Now he needs to find a job — maybe in security, he thinks. He hopes to finish his associate’s degree so he can transfer to the UA and get a job in law enforcement.

Naomi is back to balancing the mom and student life — but now she splits her time between the UA and home. At times she wants to text Bobby, who is always in the back of her mind, but she reminds herself he’s in school.

 

She helps with food and laundry on the weekends and knows that all the responsibility will serve her well when she becomes a teacher. “I will know how to deal with Bobby and, like, take him to appointments and know how to talk to other grown-ups.”

 

Bobby learns how to be without the sister he once described as his best, best, best friend. They don’t talk as much anymore, he feels. They don’t check up on each other as they used to.When he comes home from school, he expects to hear the TV and to see his father sitting on the blue couch. And when he’s watching movies and eating chips, he thinks of Naomi and the times they did that together and is overcome by sadness.

 

Back in Nogales, Gloria feels the weight of time. The 30 days she spent with her children, the opportunity to say goodbye to her husband, were priceless. But she feels broken.  She has an empty space in her heart, just as she did nine years ago.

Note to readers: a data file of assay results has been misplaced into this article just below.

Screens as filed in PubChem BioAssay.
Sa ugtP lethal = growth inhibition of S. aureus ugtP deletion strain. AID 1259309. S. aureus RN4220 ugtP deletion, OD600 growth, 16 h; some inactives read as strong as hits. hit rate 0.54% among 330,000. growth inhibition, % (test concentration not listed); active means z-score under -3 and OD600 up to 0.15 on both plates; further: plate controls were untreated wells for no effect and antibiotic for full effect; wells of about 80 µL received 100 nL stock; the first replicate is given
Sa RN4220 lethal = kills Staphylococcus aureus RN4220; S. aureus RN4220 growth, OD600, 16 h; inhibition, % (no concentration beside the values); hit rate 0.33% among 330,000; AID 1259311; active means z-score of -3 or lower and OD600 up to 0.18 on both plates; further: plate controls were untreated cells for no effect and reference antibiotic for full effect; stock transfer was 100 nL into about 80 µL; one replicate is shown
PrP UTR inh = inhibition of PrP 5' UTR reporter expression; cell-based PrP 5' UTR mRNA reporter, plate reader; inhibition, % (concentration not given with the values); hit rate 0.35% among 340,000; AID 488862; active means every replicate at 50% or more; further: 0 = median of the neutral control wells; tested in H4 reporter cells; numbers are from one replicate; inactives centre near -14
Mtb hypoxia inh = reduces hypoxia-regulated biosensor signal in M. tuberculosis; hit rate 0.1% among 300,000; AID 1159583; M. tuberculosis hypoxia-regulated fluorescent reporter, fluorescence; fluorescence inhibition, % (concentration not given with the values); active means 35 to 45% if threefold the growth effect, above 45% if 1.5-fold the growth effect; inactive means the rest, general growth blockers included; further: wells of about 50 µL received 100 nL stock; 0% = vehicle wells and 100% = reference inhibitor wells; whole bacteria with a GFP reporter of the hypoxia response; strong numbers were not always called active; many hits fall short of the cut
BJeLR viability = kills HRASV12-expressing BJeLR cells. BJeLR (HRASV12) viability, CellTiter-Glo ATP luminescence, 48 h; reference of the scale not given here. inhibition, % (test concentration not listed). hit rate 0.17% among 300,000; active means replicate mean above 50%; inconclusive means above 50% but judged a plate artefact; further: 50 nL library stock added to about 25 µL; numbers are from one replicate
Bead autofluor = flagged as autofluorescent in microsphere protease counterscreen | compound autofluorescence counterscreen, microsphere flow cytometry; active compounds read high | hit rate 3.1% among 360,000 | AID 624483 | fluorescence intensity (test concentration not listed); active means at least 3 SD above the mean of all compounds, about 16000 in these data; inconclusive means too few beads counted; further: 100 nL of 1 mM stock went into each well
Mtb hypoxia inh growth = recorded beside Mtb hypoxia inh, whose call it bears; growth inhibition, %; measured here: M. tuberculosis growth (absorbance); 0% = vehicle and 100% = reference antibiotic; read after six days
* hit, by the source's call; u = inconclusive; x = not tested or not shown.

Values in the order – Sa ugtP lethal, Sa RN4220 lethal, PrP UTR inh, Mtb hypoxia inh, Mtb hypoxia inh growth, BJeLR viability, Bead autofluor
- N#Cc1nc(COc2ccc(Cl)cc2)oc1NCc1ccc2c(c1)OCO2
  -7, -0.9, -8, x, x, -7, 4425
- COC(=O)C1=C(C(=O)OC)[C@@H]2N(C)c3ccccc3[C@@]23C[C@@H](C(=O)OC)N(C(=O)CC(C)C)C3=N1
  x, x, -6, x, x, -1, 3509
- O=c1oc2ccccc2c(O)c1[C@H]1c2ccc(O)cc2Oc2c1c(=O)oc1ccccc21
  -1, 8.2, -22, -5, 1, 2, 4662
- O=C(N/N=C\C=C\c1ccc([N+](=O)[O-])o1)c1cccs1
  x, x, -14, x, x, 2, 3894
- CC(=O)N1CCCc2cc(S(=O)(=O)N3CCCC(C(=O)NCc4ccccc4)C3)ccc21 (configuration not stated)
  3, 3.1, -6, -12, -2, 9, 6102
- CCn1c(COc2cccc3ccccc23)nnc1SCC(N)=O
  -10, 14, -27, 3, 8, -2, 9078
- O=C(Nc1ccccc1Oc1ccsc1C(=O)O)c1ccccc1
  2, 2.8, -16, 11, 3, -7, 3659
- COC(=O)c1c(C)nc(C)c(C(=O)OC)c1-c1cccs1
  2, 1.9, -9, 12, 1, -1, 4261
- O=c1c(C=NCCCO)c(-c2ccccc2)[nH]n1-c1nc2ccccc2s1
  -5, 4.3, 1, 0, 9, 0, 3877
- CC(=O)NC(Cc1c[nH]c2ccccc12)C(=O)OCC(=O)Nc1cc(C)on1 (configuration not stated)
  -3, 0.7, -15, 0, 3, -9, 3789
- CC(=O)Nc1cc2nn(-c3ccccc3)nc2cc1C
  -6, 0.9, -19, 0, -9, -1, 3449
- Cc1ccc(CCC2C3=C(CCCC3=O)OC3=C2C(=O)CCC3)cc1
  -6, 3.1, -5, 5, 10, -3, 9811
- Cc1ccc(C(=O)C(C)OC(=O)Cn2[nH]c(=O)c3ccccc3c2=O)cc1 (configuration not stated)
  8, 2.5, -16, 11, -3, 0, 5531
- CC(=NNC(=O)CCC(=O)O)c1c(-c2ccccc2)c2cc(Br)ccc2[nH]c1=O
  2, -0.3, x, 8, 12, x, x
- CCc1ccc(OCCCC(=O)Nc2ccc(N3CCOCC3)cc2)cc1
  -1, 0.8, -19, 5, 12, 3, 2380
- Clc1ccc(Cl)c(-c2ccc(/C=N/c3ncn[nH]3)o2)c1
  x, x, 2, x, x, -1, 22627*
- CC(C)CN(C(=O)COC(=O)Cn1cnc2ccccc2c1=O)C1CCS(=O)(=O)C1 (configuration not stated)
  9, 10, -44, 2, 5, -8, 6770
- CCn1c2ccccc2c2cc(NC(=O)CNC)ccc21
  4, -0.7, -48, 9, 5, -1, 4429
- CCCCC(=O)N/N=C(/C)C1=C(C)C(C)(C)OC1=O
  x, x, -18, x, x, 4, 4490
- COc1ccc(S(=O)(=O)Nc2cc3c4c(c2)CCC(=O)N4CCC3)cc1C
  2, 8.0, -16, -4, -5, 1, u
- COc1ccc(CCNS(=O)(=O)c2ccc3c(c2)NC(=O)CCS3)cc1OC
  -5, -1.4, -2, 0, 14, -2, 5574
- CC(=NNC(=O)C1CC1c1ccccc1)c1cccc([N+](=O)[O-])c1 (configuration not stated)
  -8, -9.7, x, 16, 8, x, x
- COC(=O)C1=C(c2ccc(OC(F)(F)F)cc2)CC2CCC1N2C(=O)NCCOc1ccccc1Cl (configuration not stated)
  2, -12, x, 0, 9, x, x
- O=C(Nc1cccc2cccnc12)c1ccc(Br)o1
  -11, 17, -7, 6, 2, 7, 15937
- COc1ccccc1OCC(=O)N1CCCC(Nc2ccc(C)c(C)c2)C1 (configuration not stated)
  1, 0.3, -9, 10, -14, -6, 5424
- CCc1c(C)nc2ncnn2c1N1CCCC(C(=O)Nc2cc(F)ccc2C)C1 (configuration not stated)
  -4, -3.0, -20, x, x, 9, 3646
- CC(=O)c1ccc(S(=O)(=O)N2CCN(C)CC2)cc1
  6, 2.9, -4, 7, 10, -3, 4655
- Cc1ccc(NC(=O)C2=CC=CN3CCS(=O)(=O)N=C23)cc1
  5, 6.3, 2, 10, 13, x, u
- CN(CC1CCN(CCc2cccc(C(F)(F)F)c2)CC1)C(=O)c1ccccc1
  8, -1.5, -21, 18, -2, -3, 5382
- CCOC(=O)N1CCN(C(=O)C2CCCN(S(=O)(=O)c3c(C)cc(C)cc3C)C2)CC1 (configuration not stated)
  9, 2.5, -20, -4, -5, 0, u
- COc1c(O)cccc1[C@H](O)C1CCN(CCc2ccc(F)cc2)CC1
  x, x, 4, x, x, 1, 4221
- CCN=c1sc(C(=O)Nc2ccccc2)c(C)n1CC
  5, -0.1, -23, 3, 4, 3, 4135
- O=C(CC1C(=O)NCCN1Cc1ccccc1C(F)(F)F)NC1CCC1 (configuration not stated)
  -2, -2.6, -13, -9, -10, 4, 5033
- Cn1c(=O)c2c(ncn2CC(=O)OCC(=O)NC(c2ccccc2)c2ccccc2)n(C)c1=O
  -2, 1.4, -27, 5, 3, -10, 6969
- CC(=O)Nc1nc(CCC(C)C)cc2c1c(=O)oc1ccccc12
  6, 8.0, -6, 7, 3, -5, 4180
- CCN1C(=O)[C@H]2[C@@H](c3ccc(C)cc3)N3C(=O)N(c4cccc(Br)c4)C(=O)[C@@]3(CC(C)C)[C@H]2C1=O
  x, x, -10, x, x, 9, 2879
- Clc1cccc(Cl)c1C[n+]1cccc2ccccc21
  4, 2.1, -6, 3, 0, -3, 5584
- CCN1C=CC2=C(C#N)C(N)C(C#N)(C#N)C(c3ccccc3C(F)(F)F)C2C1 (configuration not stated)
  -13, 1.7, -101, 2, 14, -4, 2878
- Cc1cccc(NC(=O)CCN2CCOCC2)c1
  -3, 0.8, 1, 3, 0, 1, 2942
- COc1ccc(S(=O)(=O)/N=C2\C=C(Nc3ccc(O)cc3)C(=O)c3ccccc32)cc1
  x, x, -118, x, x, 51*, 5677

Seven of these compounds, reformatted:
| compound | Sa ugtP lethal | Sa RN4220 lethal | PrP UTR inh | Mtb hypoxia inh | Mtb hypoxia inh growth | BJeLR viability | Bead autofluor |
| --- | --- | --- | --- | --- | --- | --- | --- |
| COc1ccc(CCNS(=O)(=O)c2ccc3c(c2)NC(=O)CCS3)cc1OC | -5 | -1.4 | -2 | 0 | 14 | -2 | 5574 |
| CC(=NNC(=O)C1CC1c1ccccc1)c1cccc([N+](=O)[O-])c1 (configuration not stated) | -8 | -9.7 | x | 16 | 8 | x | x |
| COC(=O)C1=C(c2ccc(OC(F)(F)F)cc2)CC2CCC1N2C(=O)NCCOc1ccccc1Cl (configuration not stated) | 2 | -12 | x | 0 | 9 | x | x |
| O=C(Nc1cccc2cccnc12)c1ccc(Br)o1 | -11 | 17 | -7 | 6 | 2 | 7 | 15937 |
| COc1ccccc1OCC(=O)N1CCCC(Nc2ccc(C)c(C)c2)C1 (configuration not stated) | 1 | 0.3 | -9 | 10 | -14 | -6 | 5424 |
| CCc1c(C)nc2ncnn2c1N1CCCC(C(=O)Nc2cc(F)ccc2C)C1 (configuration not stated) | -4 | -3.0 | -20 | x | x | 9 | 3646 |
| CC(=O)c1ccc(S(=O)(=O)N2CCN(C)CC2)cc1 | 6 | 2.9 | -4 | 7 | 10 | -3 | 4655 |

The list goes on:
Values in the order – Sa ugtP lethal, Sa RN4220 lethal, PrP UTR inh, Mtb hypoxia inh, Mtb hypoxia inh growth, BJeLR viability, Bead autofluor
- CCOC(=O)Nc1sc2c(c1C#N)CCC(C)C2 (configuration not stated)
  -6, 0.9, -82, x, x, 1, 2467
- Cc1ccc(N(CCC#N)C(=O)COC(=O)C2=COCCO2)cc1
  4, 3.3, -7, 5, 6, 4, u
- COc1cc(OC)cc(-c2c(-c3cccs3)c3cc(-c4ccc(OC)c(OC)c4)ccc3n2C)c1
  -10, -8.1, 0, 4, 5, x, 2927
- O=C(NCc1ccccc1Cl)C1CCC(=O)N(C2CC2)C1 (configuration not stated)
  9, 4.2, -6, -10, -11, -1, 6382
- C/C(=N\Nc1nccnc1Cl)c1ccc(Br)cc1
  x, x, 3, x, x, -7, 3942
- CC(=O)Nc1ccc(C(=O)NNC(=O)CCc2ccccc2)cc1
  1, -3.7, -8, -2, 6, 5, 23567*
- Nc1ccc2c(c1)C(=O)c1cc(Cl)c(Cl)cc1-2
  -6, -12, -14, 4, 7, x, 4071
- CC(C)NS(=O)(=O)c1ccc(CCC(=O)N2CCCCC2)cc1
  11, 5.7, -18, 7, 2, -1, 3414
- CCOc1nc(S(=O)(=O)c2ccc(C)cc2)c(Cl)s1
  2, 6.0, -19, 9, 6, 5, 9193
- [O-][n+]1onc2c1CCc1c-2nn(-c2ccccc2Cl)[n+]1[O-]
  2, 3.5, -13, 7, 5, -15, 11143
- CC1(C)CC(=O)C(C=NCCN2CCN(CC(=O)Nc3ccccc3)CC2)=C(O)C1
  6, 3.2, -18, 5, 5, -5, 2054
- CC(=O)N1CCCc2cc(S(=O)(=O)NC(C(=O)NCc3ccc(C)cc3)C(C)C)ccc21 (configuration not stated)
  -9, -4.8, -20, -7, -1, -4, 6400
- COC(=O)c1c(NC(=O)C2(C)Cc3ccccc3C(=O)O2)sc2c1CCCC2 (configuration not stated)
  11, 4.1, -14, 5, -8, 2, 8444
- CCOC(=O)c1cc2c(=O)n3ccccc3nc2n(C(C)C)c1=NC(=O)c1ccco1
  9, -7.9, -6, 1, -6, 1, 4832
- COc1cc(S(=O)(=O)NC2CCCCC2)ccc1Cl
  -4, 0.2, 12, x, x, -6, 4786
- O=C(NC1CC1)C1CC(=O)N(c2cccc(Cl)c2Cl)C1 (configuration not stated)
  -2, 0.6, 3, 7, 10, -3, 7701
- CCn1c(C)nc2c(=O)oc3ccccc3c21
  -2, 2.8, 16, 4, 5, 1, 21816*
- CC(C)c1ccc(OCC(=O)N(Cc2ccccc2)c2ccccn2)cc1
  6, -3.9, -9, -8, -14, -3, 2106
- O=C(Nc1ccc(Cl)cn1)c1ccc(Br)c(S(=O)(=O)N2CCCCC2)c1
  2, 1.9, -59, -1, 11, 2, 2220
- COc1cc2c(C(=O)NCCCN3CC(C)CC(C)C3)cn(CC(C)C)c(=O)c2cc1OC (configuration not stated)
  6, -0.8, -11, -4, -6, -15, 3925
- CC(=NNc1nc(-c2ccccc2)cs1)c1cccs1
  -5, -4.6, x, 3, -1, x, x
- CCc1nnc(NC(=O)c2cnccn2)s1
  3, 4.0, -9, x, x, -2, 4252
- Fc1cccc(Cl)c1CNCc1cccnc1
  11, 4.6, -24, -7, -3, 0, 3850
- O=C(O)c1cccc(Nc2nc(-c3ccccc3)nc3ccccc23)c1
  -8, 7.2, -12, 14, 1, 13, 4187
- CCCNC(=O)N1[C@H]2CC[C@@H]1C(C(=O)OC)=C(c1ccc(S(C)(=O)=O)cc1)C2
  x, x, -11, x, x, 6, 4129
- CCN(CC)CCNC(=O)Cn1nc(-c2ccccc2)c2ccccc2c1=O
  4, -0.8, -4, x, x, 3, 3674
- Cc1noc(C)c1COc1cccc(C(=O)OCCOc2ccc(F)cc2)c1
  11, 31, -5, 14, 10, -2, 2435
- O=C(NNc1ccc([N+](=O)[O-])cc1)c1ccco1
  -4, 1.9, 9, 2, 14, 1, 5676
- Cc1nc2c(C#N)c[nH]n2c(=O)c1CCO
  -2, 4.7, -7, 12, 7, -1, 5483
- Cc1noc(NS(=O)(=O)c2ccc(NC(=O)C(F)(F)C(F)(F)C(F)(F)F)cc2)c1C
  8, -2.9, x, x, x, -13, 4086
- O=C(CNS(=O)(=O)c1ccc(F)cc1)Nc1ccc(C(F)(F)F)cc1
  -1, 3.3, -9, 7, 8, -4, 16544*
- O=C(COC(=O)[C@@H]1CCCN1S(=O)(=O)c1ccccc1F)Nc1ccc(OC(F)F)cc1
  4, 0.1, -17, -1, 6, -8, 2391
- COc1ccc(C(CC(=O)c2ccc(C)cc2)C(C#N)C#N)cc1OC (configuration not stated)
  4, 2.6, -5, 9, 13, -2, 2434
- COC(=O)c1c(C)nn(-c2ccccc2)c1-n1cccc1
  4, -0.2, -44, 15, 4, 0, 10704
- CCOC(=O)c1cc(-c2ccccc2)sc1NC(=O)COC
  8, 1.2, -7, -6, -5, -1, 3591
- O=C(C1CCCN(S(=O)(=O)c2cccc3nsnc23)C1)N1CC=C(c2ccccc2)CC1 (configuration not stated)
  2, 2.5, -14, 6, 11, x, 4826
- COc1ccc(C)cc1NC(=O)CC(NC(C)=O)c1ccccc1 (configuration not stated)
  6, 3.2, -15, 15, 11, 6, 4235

As long as she’s away from her children, a piece of her is missing. With a year to go before her ban is over, all she can do is wait to get it back.

 

“Oh Look, Black people in the White House”


Image result for jim brown kanye west

First things first!  Kanye !    I’m not gonna beat up on someone who is clearly going through things. One day is bi-polar and the next day he was misdiagnosed (not bi-polar).  After all this is America, he is allowed to worship anyone .  If there was a poll, I was say support for the Kanye-Trump love fest would be minus twenty per sent?

There are poor people who are reaching deep inside their pockets to donate money to  mega churches so that the Preacher or Pastor can buy a Private Jet or Rolls Royce, so who are we to judge.  Now,Brown’s support of the prez, confounds me, but this is America!